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KateH has commented on (5) products.

The First Fifteen Lives of Harry August by Claire North
The First Fifteen Lives of Harry August

KateH, January 22, 2015

An intriguing conceit: some rare human beings do not die, properly speaking, but are born over and over again as themselves, in the same time, place, and circumstances, retaining their memories, skills, knowledge, traumas and grudges. Slow to get to the heart of its plot, the novel fills the time with poignant elements that snap neatly into place later on. The First Fifteen Lives of Harry August is the best book I've read in a while, and I wonder if it's a part of a nascent publishing trend. Is there an emerging genre which reads like LitFic but is built around or at least incorporates an element of fantasy? This book and The Bone Clocks make me wonder; I'd be delighted if that were the case. Harry August's fifteen lives stayed with me and made me think. Highly recommended.
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The Wise Man's Fear (The Kingkiller Chronicles #2) by Patrick Rothfuss
The Wise Man's Fear (The Kingkiller Chronicles #2)

KateH, January 1, 2013

Sublime. This is certainly one of the finest works I've read which will find itself relegated to the confines "genre." The trope of the orphan boy endowed with special qualities and powers seemingly never gets old. Yet in the hands of this author, the story is entirely fresh, original, and fascinating. Kvothe's story began in the superb The Name of the Wind, and it was all too easy to imagine the first-time writer fumbling his second book. Rest assured, Rothfuss writes as beautifully, patiently, assuredly here as ever. In this book, Kvothe takes a break from his education at the University where he studies, among other things, various forms of magic. He sets off on adventures which lead him into the very stuff of legend. Rothfuss could easily have split Wise Man's Fear into two or more titles, but there is nothing to trim in this tightly woven yarn. I can promise the reader will be thankful for every page, and eagerly await the next installment!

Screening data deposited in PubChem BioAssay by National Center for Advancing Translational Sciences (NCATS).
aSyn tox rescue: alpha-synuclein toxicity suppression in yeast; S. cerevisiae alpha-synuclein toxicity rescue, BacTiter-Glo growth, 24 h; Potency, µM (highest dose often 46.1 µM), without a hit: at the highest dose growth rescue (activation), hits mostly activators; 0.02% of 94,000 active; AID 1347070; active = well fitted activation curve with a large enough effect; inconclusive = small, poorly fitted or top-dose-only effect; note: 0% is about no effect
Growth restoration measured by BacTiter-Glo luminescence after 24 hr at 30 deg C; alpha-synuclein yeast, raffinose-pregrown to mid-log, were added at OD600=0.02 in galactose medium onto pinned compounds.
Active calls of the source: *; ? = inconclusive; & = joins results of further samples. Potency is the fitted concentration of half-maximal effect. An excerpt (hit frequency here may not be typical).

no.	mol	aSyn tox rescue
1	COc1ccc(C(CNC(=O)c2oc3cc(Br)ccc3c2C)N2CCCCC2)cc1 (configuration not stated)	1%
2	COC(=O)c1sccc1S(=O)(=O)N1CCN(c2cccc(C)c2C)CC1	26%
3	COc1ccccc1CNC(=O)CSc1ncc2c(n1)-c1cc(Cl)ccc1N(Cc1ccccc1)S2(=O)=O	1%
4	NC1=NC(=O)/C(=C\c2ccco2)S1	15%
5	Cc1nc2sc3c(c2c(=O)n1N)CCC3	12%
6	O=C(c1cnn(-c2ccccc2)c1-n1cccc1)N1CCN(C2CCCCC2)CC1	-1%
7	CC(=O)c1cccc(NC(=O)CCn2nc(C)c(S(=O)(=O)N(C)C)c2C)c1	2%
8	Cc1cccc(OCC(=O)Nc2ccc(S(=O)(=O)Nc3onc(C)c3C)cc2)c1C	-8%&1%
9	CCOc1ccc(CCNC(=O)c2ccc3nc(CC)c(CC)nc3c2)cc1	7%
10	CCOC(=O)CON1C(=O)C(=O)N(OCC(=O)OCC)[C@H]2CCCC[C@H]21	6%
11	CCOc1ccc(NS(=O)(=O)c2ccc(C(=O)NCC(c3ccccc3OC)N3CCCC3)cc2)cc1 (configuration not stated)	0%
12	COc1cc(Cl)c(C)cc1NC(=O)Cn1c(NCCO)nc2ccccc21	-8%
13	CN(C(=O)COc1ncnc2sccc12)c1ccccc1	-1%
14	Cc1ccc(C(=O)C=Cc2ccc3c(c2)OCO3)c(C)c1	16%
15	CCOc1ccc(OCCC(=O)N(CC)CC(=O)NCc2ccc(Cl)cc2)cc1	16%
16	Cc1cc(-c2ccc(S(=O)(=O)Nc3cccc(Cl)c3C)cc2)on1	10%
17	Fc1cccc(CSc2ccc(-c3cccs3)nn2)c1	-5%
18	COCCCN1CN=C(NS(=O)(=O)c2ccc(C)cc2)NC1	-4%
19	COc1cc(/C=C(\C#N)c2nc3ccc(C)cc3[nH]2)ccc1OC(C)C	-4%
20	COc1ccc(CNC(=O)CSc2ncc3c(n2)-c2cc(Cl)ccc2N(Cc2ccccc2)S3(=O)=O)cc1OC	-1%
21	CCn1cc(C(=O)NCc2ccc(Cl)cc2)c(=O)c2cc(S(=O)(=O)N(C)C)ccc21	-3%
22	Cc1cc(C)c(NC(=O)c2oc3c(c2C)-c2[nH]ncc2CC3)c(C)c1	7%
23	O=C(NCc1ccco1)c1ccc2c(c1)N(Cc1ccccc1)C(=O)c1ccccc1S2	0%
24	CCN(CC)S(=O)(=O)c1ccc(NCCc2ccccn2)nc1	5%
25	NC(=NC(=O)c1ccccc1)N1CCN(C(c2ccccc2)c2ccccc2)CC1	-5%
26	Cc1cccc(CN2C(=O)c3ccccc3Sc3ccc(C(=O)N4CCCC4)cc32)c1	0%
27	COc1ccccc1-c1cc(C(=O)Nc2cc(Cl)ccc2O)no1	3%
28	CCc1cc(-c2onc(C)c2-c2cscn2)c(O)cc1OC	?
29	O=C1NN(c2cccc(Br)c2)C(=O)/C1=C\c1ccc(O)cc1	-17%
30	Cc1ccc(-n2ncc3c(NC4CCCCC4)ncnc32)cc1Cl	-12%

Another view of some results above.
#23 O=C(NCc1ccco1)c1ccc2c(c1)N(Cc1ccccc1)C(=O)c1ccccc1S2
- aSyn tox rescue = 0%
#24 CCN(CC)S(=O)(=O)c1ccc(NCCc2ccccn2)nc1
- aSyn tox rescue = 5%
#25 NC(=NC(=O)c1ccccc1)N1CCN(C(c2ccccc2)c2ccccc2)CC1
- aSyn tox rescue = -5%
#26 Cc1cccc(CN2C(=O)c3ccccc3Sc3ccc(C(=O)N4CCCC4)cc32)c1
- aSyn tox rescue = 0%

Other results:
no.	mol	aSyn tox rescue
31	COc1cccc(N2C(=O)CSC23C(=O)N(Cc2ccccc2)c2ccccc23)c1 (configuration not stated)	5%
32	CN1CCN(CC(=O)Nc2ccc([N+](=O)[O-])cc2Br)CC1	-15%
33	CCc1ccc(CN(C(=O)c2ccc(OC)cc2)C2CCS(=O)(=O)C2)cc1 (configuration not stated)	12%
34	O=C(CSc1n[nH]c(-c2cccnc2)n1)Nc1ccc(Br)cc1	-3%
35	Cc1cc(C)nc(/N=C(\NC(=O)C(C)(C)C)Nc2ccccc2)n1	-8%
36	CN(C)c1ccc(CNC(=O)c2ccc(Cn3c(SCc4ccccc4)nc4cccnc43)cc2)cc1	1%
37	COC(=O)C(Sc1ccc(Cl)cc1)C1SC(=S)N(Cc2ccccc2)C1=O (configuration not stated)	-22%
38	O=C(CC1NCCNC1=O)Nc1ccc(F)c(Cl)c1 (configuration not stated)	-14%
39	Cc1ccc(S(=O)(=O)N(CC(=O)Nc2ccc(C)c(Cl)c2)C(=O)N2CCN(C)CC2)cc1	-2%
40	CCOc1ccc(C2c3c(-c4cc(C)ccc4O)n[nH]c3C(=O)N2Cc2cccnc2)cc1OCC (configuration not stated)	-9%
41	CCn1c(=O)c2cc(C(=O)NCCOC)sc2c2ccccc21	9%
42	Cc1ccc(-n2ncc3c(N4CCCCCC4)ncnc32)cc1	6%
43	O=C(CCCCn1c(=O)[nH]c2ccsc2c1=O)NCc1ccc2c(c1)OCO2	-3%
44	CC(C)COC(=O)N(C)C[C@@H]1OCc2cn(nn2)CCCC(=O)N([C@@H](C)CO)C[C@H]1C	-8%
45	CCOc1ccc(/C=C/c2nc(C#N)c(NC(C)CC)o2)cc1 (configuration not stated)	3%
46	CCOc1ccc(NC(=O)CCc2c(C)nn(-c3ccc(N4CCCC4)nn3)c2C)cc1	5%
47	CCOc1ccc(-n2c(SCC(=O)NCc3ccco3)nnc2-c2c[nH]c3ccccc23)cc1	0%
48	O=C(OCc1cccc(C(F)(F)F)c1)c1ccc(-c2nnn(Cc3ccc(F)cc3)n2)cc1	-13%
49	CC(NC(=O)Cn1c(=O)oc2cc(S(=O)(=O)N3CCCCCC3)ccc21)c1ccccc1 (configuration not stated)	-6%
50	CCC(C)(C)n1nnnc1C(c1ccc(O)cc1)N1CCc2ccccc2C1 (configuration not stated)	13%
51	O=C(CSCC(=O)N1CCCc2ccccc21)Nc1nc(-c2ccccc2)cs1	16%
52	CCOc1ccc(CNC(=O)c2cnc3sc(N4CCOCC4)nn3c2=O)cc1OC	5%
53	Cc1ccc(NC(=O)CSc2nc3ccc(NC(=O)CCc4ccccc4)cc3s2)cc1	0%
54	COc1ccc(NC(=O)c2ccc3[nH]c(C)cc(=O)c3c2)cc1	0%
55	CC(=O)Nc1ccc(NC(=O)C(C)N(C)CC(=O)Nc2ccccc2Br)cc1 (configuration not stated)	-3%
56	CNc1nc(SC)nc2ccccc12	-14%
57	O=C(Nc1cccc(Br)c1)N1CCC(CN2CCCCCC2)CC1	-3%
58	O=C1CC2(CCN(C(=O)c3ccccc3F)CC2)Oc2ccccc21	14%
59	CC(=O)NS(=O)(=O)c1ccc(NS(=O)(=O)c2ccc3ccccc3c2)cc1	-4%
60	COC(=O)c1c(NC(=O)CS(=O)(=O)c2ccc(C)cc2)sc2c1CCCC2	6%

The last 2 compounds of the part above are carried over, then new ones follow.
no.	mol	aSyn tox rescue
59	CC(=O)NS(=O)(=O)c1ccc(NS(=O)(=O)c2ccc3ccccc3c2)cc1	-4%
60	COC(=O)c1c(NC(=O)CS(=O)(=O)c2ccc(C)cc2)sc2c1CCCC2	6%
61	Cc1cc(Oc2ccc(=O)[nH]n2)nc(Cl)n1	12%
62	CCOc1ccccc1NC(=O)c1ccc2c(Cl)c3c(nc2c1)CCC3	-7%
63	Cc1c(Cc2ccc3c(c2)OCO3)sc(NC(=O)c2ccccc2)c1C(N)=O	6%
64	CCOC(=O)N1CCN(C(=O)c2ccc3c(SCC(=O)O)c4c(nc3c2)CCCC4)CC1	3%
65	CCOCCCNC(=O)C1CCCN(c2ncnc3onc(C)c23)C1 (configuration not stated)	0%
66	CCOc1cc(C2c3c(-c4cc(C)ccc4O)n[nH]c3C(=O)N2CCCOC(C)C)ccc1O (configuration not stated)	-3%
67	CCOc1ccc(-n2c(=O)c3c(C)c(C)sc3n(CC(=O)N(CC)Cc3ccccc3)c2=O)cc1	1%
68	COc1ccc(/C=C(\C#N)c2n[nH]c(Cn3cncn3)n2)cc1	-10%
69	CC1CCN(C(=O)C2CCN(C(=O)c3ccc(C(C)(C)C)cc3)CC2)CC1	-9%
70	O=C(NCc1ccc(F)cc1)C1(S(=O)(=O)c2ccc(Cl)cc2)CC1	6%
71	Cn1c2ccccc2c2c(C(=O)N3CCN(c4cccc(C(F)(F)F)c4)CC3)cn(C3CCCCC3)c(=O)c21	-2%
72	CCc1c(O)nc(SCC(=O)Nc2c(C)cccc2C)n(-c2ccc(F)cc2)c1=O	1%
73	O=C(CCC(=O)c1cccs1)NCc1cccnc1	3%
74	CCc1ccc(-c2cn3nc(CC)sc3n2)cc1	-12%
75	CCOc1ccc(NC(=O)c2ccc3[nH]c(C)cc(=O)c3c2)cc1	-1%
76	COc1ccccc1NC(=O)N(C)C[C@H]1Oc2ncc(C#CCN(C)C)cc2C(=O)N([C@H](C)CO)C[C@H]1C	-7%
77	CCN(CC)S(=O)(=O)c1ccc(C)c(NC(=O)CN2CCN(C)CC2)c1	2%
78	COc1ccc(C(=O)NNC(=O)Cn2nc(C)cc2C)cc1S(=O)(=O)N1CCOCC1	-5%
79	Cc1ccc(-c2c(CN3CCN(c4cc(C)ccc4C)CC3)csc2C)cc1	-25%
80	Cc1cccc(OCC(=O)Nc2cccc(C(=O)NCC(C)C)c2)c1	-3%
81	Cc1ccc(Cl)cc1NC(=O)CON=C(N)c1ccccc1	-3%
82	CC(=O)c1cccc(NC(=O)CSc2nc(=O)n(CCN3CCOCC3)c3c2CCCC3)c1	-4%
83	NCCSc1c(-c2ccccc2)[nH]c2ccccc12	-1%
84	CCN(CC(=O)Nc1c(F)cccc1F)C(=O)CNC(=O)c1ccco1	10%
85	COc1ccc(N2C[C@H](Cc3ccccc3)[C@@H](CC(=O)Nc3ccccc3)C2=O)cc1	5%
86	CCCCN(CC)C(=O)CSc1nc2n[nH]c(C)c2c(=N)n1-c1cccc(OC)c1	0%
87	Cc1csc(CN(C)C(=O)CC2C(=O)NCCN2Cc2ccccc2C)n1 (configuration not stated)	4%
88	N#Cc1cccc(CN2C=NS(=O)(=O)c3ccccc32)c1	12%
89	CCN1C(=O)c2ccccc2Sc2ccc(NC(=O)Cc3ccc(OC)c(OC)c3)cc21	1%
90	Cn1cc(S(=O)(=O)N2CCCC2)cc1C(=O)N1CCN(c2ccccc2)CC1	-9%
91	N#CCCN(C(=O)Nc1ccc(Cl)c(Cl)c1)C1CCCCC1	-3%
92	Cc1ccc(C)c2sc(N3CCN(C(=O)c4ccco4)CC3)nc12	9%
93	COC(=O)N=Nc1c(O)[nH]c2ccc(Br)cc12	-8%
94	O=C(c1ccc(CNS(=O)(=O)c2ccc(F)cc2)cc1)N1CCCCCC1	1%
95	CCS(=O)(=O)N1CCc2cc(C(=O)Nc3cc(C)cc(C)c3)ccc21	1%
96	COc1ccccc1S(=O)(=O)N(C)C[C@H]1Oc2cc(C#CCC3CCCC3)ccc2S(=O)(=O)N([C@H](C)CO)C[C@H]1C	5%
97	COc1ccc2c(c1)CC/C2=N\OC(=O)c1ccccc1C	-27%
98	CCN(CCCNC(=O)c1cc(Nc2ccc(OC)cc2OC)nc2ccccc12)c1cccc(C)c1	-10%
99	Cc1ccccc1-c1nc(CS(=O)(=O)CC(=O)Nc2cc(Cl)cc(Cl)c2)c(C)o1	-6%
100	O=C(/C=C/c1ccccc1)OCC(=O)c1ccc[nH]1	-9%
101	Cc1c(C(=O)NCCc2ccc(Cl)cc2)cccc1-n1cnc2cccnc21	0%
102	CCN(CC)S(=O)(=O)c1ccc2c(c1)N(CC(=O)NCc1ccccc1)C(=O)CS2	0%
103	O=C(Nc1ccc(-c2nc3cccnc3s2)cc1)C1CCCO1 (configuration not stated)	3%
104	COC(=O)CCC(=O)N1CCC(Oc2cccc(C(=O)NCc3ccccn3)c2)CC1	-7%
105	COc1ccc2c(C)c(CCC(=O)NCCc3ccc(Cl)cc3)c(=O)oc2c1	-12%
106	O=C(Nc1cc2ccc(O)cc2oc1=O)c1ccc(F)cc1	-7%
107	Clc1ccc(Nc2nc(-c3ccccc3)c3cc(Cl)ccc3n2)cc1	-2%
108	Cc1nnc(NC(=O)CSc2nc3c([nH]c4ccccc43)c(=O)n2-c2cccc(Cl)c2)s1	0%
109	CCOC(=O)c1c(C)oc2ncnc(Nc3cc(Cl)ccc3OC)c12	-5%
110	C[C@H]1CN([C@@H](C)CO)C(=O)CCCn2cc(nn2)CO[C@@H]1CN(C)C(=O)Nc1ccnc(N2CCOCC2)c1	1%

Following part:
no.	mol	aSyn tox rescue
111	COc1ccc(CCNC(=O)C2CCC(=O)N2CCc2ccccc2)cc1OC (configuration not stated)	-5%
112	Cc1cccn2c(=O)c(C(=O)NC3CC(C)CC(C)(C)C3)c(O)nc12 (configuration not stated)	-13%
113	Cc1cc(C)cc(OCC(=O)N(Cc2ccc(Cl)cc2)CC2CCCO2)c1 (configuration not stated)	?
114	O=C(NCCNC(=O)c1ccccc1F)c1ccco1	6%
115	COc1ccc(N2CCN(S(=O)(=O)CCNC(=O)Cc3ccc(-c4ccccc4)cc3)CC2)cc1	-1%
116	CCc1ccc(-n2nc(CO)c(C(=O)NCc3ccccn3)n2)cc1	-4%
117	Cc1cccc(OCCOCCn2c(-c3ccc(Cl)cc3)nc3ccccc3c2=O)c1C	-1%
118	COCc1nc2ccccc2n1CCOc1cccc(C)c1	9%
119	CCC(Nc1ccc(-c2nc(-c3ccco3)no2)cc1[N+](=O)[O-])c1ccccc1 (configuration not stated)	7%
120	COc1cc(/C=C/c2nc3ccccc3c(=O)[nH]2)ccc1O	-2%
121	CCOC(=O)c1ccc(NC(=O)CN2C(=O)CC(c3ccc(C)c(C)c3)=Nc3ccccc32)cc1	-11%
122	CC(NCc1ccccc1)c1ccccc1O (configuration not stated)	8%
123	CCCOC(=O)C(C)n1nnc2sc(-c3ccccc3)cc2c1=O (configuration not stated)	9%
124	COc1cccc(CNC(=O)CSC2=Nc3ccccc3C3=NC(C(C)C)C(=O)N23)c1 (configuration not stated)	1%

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Hyperion by Dan Simmons

KateH, August 4, 2012

Though it starts out sorta schmaltzy, Hyperion quickly becomes eminently readable and damn-near highbrow, with homages to both Chaucer and Keats. Sure to please lovers of sci-fi, but even those who typically avoid genre lit might enjoy this one. Ignore the cheesy cover art and dive into a ripping good story.
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The Penelopiad: The Myth of Penelope and Odysseus (Myths) by Margaret Atwood
The Penelopiad: The Myth of Penelope and Odysseus (Myths)

KateH, September 1, 2011

Atwood gives a fresh voice to stolid Penelope in a tale that fits seamlessly next to Homer's. You get what you'd expect from Atwood here: a story worth listening to, intellectual insight, deft yet meaty writing, female perspectives, and light grace notes of humor. An enjoyable and quick read for Greek mythology geeks as much as those new to the tale.
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Her Fearful Symmetry by Audrey Niffenegger
Her Fearful Symmetry

KateH, January 3, 2011

Early on in your reading of this novel, you may feel you know where the story is headed. But Niffenegger's plotting will surprise you, and her masterful prose will make it an enjoyable journey to the end.
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